The Great North Museum
The GNM in Newcastle represents a newly opened and successful £26m [part HLF funded] museum, bringing together the North East’s premier collections of archaeology, natural history and geology. The project sits within Farrells Cultural Quarter Masterplan occupying a prominent site on the Great North Road. Farrells brief was to address its setting in relation to the city, the limited exhibition space, reinterpret a varied collection and unsuitable environmental conditions. The redesigned galleries of the Grade 2* listed building, expose collections and areas previously hidden. The plan layout with new openings and outside views; open up the museum improving circulation and providing a fully accessible attraction. A new extension building compliments and contrasts the existing Hancock Museum in form and use and provides facilities appropriate to a modern 21st century museum and gallery. Contrast is achieved through the use of modern materials and detailing, and the bold use of accent colours. The vision to achieve the above is set out within Farrells 10 point vision below; A New Public Space for Cultural and Heritage Activity The Great North Museum sits in a park like setting with new and mature landscape largely consisting of Northumbrian species. The open and expansive front lawn provides an appropriate setting for the fine Victorian front to the museum and will provide a space for public and cultural activities for the city, for the university and the museum. At other times it will be a quiet and contemplative place. A Northumbrian Landscape Setting Landscape with mature trees wrap the museum enhancing the view between the inside galleries and external landscaping. Northumbrian flora and landscape form a large part of the museum and library content. This is used to derive modern fresh colour schemes for the building. Rooms connecting with the landscape externally use soft greens. Bright colour accents, derived from Northumbrian flowers, are used for external window mullions and in washrooms - contrasting against the greens in a playful natural way. Conserve and Revive the Built Heritage The Hancock Museum is much loved by Newcastle. The GNM project enables the appropriate conservation, re-use and revival of the Grade 2* listed building, whilst retaining the historic Hancock collections. Outside: stone facade repaired with light touch retaining strong aged feel; windows reconditioned and painted dark to contrast with soft colour of the sandstone, enhancing vertical rhythms of stone pilasters to façade; roof repaired and replaced using heritage techniques and materials. Inside: stone stairwells repaired, cleaned and enhanced to 21st century access standards; timber doors repaired; lay lights to galleries refurbished and modern lighting integrated to replicate original day lit qualities of spaces; lime plaster work repaired and painted with breathable membranes. A Clear Mental Map – Gallery Intervention and Rezoning Large new openings of diminishing size sit along a central axial route through the main galleries, new galleria, street café and special exhibition – to a new front door opening directly to the university; cross views from side galleries through central galleries to the outside link the interior with exterior - providing for orientation and contrast - visual and mental; the new extension pulls away from the existing building creating a multi functional galleria space and positive new entrance points for the societies, large groups and special exhibition visitors. The GNM is zoned with retail and hospitality to the front spaces and galleria; circulation is ordered about the existing four stone stairs and new galleria stair; education, special exhibition and society spaces are stacked vertically through the new extension. Co-locate the Cultural Assets The GNM brings together the collections of The Hancock Museum, the Shefton Museum and the Museum of Antiquities with local societies. This co-location of cultural assets as a single, visible and legible entity makes them and their associated cultural heritage accessible. Conserve, Display and Interpret the Collections The GNM improves the conservation, display and interpretation of the combined collections. The new and transformed permanent display celebrates a continuing history of public engagement with access to all of the collections - concentrated within the Hancock Museum galleries, cleared of the accretions of 120 years to reveal the original spaces, purpose built for the Hancock collections. A New 21st Century Building The new extension building compliments and contrasts the existing Hancock Museum in form and use; they are separated visually and physically by a double height glazed ‘galleria’ allowing the identity and form of each to read strongly and provide an appropriate scale against the closely neighbouring large scale university buildings.  The new building contextually derives its form, size and elemental composition from the Hancock building: form and size from the volume of the existing central gallery; strong horizontal datums and vertical rhythms transfer from the existing building across to the new building.  A New Special Exhibition Gallery and Education Centre A new temporary exhibition gallery provides the GNM and Newcastle with a unique space and place for display, performance and celebration. It provides a secure and environmentally controlled space for internationally significant collections to be displayed; 480sqm and over 5m tall with high floor loadings and movable partition walls. It can be closed off from the main galleries; used as ‘black box’ or under day lit conditions.  A New Home for the Societies – Library and Offices The GNM brings together the Society of Antiquities and Natural History Society of Northumbria in a new centre with office space and a public library with archive facilities accommodating their most prominent collections. New Public Spaces and Hospitality The GNM refurbishes and creates new public spaces and provides new hospitality throughout the GNM. A new external ramp and platform lift with new internal lifts and flush thresholds ensure the whole building is accessible to the public. The GNM opened to unprecedented acclaim taking 50,000 visitors within the first week alone; it was covered by the BBC with articles published in local and National papers and branded advertising throughout the city. The Architects Journal is publishing an in depth feature on the project. Exhibition.designer.Casson.Mann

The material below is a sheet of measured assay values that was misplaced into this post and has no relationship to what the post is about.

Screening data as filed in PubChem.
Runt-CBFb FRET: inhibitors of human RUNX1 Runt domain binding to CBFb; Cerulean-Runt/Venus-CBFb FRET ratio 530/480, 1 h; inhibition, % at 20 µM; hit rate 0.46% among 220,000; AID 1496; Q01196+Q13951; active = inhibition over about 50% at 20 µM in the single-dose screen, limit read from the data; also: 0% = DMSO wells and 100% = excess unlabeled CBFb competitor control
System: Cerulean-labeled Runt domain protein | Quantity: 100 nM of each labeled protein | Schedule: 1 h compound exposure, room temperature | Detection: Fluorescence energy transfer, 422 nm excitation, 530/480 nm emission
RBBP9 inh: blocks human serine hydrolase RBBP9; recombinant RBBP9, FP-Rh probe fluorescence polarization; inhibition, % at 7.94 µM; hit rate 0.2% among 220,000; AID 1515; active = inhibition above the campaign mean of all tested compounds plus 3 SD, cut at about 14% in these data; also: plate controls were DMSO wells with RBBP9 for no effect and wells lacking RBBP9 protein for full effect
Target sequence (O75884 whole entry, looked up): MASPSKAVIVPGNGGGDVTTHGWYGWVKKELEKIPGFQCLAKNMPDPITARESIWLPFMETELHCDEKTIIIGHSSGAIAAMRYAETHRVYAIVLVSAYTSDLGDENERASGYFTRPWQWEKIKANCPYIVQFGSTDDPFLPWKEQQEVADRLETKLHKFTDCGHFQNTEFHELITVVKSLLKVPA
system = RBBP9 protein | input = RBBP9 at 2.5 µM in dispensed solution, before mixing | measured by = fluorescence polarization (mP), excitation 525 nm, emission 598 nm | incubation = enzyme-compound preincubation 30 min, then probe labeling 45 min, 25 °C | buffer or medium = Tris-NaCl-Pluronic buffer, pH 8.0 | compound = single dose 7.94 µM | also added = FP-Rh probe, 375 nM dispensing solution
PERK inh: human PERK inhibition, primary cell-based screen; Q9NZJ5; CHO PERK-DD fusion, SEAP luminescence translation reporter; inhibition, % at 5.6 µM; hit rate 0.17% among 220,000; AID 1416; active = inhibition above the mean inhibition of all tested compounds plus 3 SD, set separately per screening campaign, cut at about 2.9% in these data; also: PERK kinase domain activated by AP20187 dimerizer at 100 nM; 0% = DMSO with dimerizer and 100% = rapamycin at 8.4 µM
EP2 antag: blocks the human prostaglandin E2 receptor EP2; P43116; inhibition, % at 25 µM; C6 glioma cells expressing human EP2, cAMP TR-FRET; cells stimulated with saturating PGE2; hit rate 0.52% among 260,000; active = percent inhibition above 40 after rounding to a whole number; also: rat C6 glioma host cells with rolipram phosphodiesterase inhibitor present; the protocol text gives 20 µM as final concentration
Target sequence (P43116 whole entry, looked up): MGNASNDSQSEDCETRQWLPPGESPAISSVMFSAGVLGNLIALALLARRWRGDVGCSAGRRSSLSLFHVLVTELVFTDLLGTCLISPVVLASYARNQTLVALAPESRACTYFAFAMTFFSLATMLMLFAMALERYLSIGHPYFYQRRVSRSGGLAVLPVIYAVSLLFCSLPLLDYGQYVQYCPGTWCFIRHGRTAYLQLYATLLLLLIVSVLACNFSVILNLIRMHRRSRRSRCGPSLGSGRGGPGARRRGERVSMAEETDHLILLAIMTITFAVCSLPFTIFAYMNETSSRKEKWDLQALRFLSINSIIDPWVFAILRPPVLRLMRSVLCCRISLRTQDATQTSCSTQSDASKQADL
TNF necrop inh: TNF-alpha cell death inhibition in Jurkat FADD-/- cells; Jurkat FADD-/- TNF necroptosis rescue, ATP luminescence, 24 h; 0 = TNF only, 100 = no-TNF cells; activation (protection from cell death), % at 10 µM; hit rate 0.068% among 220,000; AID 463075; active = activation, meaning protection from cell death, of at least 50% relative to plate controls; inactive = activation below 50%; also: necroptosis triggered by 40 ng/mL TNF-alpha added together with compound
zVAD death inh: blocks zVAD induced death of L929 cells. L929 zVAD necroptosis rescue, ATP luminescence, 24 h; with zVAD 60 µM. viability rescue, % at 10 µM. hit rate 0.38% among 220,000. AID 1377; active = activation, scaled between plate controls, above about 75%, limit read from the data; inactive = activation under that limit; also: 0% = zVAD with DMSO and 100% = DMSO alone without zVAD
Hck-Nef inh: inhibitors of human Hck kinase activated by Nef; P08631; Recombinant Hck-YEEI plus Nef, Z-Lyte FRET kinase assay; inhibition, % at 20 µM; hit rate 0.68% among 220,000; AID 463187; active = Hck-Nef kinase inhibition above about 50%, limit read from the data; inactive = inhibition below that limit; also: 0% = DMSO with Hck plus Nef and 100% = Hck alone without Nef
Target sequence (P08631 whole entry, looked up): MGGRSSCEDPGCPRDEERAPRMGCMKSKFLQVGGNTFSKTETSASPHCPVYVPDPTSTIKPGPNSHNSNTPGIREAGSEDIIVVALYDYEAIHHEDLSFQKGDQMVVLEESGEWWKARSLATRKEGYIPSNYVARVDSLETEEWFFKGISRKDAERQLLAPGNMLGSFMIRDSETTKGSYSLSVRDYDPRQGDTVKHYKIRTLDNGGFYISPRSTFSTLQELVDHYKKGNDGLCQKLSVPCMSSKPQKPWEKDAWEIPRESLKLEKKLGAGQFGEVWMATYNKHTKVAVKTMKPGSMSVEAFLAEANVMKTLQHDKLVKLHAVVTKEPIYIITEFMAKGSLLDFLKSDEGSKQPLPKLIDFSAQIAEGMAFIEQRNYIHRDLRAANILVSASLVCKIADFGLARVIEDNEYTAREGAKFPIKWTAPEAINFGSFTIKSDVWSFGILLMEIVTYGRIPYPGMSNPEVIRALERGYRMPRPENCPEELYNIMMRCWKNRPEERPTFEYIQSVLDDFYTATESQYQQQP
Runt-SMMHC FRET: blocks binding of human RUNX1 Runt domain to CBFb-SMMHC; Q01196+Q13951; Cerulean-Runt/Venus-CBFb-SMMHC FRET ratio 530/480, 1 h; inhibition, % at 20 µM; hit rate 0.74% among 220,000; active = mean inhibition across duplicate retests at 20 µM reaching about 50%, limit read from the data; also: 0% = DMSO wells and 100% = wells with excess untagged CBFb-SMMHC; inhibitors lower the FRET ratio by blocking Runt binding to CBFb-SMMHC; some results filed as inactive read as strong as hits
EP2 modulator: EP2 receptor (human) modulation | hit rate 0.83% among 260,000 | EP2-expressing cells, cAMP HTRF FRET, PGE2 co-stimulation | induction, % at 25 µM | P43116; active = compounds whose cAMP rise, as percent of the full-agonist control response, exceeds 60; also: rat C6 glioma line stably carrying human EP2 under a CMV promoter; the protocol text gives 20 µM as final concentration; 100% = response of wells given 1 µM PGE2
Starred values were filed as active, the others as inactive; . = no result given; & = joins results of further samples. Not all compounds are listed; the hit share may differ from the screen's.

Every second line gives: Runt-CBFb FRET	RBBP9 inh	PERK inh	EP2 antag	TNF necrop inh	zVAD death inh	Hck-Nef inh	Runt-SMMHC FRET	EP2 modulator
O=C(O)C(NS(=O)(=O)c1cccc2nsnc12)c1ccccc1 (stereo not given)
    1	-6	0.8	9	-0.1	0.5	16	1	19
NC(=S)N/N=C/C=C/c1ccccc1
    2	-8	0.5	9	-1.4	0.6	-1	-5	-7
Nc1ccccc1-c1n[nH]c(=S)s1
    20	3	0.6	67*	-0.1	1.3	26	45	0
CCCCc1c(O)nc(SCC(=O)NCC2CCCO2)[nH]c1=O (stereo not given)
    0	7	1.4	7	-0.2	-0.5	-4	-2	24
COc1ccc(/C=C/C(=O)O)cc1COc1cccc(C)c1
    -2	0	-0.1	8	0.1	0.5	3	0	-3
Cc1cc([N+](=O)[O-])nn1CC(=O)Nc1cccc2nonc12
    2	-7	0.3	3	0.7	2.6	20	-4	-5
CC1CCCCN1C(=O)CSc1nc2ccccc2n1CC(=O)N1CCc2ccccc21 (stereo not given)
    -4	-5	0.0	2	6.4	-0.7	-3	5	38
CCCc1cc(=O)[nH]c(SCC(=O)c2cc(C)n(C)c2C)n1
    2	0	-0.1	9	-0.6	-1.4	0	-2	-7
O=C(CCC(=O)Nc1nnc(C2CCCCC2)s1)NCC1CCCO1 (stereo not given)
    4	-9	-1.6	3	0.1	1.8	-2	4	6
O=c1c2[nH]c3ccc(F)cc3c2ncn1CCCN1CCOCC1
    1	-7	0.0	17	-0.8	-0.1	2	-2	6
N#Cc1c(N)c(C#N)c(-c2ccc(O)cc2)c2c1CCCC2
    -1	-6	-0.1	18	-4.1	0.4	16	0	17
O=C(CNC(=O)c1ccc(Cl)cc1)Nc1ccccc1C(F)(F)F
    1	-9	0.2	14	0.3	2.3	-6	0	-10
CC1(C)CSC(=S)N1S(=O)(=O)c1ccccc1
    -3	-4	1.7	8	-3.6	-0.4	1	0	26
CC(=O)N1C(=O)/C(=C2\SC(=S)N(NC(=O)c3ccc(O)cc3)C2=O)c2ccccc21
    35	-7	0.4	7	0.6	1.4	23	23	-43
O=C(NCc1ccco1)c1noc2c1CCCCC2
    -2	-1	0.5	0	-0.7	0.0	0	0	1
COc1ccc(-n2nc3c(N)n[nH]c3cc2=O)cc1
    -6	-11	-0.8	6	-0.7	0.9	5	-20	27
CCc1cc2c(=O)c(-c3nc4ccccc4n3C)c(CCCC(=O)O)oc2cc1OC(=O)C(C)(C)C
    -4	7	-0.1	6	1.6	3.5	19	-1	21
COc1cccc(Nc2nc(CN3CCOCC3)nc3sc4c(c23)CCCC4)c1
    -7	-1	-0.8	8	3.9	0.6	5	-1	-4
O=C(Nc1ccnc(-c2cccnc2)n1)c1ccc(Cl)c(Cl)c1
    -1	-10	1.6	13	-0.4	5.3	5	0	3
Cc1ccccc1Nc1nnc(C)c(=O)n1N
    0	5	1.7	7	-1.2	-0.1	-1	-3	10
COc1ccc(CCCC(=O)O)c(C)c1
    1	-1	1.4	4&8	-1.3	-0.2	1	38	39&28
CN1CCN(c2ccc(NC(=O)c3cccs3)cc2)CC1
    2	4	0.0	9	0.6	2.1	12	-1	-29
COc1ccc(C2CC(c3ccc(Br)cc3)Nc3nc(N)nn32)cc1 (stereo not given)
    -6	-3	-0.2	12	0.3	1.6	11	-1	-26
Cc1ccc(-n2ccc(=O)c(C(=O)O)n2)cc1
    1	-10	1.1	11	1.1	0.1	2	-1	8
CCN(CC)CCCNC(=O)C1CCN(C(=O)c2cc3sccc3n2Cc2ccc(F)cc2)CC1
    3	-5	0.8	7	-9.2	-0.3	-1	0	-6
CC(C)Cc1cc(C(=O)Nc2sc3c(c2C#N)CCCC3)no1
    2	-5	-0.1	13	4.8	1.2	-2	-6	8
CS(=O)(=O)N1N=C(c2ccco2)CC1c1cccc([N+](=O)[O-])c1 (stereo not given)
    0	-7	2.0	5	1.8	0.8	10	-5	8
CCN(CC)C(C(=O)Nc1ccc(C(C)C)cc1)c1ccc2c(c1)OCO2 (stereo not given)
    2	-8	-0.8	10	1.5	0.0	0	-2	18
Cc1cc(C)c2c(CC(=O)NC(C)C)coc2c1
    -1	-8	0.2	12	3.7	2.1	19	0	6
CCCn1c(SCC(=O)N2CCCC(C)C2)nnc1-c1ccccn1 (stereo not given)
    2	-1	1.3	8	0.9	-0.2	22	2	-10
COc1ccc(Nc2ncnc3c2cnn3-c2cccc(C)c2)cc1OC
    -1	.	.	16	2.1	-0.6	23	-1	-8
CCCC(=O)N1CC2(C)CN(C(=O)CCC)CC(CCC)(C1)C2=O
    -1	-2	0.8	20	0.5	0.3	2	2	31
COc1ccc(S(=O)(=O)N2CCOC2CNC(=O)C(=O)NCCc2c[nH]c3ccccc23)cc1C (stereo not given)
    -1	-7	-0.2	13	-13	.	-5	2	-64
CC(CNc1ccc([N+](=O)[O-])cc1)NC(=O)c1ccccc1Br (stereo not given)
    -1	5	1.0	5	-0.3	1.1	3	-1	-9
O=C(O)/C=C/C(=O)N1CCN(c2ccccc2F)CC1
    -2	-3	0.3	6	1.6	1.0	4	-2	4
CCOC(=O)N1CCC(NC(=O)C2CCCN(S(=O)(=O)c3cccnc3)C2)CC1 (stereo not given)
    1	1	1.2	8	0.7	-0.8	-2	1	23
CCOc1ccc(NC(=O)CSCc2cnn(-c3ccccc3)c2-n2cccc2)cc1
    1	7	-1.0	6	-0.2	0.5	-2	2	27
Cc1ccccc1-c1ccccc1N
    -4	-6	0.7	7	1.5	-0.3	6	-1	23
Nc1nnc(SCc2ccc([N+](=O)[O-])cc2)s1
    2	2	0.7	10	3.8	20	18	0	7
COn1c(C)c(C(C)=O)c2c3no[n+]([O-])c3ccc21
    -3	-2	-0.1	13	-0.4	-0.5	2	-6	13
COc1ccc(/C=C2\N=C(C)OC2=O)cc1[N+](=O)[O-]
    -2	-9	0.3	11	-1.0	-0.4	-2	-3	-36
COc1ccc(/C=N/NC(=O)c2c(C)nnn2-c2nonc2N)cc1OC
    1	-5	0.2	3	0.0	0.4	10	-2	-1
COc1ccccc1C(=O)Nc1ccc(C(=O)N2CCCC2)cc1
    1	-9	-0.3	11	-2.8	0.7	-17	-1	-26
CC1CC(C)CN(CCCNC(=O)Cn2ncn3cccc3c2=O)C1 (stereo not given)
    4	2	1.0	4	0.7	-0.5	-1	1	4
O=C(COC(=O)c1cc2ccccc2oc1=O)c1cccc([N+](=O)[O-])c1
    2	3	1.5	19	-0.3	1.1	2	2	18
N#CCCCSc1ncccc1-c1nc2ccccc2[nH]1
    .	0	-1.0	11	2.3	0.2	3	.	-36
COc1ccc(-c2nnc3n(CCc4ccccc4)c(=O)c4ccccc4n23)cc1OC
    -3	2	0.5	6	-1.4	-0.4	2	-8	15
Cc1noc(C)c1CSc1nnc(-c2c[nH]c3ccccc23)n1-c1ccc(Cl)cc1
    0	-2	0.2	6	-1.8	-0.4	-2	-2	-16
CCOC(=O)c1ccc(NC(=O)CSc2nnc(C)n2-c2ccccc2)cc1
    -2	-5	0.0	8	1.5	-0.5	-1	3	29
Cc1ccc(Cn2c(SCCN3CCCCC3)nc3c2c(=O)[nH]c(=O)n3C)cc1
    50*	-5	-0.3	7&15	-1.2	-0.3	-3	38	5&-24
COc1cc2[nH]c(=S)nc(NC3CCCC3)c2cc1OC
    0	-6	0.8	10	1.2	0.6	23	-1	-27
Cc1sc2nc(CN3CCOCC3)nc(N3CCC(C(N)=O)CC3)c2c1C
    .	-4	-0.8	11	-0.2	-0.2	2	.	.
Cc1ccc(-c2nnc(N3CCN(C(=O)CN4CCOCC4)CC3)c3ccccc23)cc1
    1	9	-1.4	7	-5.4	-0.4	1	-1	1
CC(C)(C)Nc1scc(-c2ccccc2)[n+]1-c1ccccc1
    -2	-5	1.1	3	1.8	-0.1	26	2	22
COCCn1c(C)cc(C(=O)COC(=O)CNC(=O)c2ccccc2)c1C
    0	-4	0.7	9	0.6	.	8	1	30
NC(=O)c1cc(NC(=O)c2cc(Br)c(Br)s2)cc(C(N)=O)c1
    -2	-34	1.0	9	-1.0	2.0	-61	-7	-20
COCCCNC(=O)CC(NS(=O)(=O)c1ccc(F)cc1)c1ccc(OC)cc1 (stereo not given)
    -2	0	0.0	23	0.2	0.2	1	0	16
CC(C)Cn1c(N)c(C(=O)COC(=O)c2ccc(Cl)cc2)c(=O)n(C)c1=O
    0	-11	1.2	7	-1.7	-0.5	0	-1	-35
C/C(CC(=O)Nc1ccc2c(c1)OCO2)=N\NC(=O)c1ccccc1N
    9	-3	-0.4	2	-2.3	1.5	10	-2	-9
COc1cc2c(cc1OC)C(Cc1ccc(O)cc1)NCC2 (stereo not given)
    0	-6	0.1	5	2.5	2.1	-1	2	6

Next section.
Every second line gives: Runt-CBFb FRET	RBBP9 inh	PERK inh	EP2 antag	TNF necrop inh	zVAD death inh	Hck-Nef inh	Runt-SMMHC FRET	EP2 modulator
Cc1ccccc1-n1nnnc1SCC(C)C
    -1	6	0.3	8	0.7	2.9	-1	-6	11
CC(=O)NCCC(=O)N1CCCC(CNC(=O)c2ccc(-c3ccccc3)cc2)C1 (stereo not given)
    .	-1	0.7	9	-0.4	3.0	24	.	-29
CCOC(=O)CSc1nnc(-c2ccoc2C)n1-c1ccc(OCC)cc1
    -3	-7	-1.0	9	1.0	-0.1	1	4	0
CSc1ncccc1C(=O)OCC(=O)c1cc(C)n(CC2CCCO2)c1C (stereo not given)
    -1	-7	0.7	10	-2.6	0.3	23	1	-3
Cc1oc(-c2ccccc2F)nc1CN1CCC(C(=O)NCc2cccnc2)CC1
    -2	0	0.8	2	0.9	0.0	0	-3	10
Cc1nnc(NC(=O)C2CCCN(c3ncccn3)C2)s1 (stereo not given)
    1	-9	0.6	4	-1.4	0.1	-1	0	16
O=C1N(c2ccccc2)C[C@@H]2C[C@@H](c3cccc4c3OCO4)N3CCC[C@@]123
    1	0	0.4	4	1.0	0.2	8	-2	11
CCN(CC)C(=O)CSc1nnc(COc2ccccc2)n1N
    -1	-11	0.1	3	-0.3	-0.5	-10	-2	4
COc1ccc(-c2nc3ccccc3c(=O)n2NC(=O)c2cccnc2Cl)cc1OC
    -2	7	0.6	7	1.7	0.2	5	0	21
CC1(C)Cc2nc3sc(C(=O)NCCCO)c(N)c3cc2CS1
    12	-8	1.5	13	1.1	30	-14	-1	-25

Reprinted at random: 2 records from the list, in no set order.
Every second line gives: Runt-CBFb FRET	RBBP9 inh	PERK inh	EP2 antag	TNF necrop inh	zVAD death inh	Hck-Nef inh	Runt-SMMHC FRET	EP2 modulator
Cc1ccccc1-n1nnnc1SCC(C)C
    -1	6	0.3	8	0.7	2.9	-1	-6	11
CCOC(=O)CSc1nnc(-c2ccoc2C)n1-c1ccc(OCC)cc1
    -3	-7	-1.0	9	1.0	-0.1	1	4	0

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Building Activity

  • OpenBuildings
    OpenBuildings added a digital reference
    about 6 years ago via
  • added a digital reference
    about 6 years ago via
  • Phil_Lloyd
    Phil_Lloyd commented
    I had the pleasure of working on this project as the conservation architect. Fantastic to bring new life to a great building and museum!
    about 7 years ago via iPhone